Drug Policy Changes Urged

Drug Policy Changes Urged
Posted by CN Staff on July 05, 2002 at 14:15:58 PT
By Terri Durdaller, Missourian Staff 
Source: Columbia Missourian 
A religion with more than 1,000 congregations across the country is calling for a change in U.S. drug policy. During their annual General Assembly meeting last month in Quebec City the Unitarian Universalist Association, a creedless religion with Judeo-Christian roots, adopted a policy to explore alternatives to the war on drugs, calling for the legalization of marijuana and treating drug use as a health issue rather than a crime.
“The so called war on drugs is creating violence, endangering children, clogging the criminal justice system, eroding civil liberties and disproportionately punishing people of color,” the Rev. William Sinkford, president of the Unitarian Universalist Association, said in a press release. “It’s time for a cease-fire.”The General Assembly that passed the resolution consists of 1,700 delegates representing member congregations, but members remain free to express other viewpoints.The Rev. Bill Haney of Unitarian Universalist Church in Columbia said he thinks the statement is too detailed.“It spells out too many steps in detail rather then opening up a dialogue for conversation,” Haney said. “Many people will assent to the statement in principle but maybe not in detail.”Charles Thomas, executive director of the Unitarian Universalists for Drug Policy Reform near Washington D.C., said a small number of delegates made unsuccessful attempts at changing the language of the policy to stop short of calling for the legalization of marijuana as well as the decriminalization and medicalization of other drugs.Jim Davis, former president of the Unitarian Church in Jefferson City said putting someone in jail for possession of marijuana is “pointless.”“Treating drug abuse as a law enforcement problem is not solving the problem because the problem continues to grow and get worse,” Davis said.Davis said while he isn’t advocating drug use, he believes it should be seen as a medical and socioeconomic problem.Thomas said that Unitarian Universalists for Drug Policy Reform encourages other denominations to follow suit.“The drug war has many negative ramifications,” he said. “Other religions were not giving a thorough assessment of the U.S government policy, occasionally taking positions on a few of the negative consequences of the drug war. They were pruning the tree instead of going for the full trunk of prohibition.”Columbia Missourian (MO)Author: Terri Durdaller, Missourian Staff Published: July 5, 2002Copyright: 2002 Columbia Missourian Contact: editor Website: Articles & Web Site:Unitarian Universalist Association Say All Drug Use Should Be Legal Calling for Alternative To Drug War a Stand on Public Policy Issues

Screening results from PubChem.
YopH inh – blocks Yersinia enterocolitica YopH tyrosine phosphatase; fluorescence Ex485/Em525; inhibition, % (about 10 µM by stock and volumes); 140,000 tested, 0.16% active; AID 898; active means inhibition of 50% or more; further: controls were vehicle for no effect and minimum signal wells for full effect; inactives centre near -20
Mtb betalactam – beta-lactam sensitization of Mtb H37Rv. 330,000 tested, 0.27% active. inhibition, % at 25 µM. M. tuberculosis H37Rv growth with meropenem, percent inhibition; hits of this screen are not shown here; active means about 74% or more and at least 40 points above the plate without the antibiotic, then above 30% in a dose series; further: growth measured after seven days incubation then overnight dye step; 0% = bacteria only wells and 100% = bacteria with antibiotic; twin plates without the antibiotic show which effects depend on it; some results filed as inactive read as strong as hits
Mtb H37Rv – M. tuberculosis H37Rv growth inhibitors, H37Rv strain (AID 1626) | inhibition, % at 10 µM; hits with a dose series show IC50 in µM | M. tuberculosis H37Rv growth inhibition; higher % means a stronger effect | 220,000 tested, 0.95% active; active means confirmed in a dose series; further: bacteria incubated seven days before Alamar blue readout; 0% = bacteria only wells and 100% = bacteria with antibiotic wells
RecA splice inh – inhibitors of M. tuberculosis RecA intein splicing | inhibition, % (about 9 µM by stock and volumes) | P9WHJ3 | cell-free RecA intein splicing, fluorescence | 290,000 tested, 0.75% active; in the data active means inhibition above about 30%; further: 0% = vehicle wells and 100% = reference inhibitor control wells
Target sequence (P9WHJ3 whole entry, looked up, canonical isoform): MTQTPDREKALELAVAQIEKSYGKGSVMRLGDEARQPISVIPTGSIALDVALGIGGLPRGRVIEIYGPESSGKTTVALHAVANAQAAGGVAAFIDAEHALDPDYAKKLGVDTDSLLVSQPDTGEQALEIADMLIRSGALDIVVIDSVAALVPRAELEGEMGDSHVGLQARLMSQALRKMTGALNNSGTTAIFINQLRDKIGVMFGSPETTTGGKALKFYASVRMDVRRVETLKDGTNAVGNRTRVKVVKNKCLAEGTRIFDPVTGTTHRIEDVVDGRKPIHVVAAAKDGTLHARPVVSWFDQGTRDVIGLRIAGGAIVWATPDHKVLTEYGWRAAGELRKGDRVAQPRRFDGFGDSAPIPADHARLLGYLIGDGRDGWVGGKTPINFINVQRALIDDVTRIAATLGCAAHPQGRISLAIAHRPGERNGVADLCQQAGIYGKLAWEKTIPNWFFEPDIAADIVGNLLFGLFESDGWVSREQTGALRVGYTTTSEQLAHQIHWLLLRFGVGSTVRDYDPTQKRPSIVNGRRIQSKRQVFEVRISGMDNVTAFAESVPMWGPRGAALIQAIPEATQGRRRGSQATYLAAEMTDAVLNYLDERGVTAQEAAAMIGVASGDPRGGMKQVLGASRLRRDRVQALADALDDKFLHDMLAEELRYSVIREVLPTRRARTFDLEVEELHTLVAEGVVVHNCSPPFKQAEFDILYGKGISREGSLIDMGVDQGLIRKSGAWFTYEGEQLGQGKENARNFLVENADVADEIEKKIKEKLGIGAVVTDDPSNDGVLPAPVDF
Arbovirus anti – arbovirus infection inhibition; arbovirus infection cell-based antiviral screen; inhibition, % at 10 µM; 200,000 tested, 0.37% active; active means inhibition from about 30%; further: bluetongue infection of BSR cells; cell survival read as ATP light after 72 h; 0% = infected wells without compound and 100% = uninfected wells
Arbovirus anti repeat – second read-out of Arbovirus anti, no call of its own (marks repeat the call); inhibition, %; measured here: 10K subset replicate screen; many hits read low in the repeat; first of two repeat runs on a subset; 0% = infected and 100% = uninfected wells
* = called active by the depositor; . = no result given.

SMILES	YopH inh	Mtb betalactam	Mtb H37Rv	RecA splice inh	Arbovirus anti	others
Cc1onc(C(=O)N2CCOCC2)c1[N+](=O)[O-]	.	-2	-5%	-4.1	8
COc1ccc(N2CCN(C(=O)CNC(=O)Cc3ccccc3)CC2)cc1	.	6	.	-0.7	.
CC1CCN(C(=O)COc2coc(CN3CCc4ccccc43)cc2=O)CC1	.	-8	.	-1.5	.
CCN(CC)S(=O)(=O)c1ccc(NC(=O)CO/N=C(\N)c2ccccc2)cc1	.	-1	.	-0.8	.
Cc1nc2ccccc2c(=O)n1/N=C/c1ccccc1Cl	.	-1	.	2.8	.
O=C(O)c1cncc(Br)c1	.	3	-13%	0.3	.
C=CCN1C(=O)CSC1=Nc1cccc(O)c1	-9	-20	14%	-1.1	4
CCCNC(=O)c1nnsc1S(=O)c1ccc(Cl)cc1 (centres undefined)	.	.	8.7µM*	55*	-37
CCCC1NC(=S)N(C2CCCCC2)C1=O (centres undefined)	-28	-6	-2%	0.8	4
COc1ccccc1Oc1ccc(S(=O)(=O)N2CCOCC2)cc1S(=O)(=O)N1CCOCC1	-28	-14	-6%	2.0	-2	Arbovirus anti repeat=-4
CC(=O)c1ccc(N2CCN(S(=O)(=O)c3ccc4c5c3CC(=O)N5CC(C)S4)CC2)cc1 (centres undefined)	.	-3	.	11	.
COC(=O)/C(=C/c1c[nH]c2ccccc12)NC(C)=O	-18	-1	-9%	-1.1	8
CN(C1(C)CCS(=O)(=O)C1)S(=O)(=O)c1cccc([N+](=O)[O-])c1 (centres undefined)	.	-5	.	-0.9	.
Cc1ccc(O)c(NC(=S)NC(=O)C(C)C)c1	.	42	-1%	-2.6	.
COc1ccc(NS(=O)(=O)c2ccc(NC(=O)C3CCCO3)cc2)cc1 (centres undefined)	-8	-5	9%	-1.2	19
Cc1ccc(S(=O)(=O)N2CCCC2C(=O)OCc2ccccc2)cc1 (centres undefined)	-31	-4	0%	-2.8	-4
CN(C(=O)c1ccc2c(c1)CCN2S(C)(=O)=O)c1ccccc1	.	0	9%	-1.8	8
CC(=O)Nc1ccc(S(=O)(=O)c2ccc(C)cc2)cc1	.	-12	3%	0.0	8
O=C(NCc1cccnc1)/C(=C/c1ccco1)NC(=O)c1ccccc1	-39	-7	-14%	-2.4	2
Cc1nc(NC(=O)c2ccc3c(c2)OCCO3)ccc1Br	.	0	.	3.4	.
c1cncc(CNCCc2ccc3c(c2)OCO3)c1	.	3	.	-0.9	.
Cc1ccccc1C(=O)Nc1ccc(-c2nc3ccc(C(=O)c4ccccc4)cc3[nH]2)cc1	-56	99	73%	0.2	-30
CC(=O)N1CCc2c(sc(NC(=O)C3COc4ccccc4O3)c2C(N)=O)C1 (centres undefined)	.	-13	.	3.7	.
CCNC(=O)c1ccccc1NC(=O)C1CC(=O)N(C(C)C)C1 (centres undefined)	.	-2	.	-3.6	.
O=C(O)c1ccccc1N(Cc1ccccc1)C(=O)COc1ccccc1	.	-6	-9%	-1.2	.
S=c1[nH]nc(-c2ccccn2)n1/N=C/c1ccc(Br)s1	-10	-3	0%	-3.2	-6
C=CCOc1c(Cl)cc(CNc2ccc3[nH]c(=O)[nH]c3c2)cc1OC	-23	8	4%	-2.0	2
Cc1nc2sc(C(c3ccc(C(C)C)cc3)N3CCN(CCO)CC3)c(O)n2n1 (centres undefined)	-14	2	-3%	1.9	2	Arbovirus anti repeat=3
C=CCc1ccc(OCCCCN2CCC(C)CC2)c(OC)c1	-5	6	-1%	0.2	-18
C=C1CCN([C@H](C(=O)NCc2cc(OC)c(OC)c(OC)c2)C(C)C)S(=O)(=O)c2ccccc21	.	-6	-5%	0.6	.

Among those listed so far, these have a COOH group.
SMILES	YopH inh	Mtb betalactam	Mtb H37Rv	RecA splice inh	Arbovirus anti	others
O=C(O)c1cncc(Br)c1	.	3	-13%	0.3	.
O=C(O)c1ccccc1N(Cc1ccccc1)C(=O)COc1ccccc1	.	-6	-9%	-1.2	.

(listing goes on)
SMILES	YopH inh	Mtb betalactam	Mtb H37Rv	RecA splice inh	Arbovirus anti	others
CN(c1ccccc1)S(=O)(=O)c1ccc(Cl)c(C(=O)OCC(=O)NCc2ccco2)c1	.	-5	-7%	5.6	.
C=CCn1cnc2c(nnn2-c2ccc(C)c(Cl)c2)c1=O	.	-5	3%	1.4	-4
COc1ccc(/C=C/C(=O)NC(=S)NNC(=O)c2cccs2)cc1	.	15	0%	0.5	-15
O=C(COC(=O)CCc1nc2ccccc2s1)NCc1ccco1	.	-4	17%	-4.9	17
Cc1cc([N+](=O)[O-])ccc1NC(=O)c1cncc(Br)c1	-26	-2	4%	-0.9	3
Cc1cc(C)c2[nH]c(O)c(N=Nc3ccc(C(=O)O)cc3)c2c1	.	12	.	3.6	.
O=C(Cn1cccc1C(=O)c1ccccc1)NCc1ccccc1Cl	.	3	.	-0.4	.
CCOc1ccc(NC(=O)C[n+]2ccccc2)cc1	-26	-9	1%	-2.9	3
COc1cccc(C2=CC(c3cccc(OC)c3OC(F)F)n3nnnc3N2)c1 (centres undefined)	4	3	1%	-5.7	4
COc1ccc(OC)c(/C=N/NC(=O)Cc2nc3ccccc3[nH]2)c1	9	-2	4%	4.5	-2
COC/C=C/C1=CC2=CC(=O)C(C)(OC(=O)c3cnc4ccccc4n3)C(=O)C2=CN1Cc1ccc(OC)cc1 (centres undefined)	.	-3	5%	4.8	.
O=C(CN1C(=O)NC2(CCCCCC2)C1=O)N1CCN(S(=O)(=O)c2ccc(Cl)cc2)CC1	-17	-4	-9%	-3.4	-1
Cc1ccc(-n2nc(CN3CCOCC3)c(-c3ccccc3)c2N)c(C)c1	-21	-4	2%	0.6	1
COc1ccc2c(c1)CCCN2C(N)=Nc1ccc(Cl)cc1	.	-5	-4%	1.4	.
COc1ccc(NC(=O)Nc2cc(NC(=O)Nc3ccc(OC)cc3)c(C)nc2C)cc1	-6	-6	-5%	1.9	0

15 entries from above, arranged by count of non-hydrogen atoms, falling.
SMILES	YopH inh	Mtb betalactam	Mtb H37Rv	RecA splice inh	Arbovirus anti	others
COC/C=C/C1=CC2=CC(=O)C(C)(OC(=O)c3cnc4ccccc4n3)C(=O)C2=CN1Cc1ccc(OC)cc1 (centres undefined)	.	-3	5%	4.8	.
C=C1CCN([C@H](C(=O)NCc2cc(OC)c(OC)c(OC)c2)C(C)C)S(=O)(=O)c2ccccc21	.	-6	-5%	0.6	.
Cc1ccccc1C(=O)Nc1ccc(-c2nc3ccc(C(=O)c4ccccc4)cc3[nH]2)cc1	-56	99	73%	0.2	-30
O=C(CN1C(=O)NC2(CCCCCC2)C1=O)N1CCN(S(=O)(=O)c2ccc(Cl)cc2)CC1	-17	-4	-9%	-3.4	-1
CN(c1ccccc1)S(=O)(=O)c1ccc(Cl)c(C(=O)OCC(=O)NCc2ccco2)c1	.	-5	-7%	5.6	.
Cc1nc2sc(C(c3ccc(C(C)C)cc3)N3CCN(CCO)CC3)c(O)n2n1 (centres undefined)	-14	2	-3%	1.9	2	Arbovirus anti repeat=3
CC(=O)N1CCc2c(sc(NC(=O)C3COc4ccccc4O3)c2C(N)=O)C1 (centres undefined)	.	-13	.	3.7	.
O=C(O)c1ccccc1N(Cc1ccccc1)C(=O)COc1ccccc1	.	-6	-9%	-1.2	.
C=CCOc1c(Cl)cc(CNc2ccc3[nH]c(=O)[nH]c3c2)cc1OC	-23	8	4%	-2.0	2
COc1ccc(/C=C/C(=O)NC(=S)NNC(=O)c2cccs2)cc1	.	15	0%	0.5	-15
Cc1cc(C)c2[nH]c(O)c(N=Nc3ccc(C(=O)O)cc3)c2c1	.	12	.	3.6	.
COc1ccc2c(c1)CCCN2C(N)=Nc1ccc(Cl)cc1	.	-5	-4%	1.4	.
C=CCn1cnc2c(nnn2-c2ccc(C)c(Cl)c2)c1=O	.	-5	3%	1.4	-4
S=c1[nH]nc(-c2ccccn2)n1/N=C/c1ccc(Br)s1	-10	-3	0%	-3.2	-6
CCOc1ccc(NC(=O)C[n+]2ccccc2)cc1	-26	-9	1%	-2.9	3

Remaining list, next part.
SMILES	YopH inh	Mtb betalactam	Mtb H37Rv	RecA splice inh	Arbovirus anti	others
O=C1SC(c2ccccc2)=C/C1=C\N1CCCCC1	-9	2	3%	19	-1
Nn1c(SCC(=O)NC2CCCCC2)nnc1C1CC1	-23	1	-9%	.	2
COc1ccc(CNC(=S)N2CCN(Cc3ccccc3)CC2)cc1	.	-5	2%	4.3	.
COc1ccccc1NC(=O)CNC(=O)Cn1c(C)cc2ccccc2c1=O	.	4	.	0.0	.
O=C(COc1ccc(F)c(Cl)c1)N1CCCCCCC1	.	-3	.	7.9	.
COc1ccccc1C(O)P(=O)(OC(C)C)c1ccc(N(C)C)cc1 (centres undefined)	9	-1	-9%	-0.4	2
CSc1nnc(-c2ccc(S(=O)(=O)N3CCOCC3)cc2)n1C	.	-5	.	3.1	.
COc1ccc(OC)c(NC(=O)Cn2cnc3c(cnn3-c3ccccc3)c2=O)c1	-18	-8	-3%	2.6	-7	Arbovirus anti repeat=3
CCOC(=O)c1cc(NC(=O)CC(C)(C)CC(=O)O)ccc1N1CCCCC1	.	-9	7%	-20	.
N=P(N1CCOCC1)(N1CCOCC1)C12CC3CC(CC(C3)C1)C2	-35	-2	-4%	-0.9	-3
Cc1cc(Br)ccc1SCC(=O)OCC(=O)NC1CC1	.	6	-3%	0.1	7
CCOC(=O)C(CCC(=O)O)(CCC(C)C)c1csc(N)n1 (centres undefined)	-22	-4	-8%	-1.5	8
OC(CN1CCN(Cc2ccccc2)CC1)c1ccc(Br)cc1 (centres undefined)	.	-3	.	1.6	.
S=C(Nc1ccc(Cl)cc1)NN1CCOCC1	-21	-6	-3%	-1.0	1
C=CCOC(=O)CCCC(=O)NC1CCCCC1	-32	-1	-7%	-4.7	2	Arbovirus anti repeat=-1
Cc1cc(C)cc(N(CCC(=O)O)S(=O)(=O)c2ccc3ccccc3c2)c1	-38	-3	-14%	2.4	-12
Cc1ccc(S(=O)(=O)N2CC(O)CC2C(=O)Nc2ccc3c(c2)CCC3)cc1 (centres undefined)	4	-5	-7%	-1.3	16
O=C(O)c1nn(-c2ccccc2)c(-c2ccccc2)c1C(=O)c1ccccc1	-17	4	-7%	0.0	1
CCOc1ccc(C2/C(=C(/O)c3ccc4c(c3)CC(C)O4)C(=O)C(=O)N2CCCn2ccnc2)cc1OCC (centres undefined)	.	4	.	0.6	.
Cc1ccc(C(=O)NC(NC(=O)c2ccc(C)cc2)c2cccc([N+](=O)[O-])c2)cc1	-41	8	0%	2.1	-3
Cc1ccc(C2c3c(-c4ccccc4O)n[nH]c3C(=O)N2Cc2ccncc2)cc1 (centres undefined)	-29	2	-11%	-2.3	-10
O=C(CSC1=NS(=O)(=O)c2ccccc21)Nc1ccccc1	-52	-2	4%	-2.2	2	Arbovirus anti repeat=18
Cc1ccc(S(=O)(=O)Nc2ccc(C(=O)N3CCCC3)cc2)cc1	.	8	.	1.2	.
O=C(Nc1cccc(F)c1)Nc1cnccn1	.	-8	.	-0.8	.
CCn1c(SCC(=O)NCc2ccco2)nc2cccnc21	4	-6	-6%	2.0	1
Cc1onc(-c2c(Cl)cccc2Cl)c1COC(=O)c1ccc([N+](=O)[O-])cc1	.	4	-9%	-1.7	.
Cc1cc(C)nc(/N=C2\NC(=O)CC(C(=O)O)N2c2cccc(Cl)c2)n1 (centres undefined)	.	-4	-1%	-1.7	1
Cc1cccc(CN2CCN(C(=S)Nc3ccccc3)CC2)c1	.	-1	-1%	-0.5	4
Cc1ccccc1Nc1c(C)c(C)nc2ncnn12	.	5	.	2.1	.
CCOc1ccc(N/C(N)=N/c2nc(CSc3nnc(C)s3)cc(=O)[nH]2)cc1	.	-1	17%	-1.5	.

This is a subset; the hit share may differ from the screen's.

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Comment #2 posted by p4me on July 05, 2002 at 15:04:14 PT
forgot something about RC on 7/5
The thing that I wanted to say most about RC's commentary for today in comment 1 regarded an article in the London Times saying the Class C announcement will come on Wednesday.1,2
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Comment #1 posted by p4me on July 05, 2002 at 14:59:08 PT
Richard Cowan on Colin Davies-7/5'02
The great and honorable journalist, Richard Cowan used his words at to blast the media blackout of the recent situation regarding Coin Davies arrest and imprisonment: is a a quirk that really could cost the taxpayers some big money when Colin sues for first being beaten in the Courtroom on Friday and then being illegally arrested and imprisoned. In Great Britain the police cannot charge you with another crime unless new evidence is found. In his first arrest Colin was charged with possession and when he made bail they arrested him again charging him with intent to supply even though they had no new evidence. 1,2
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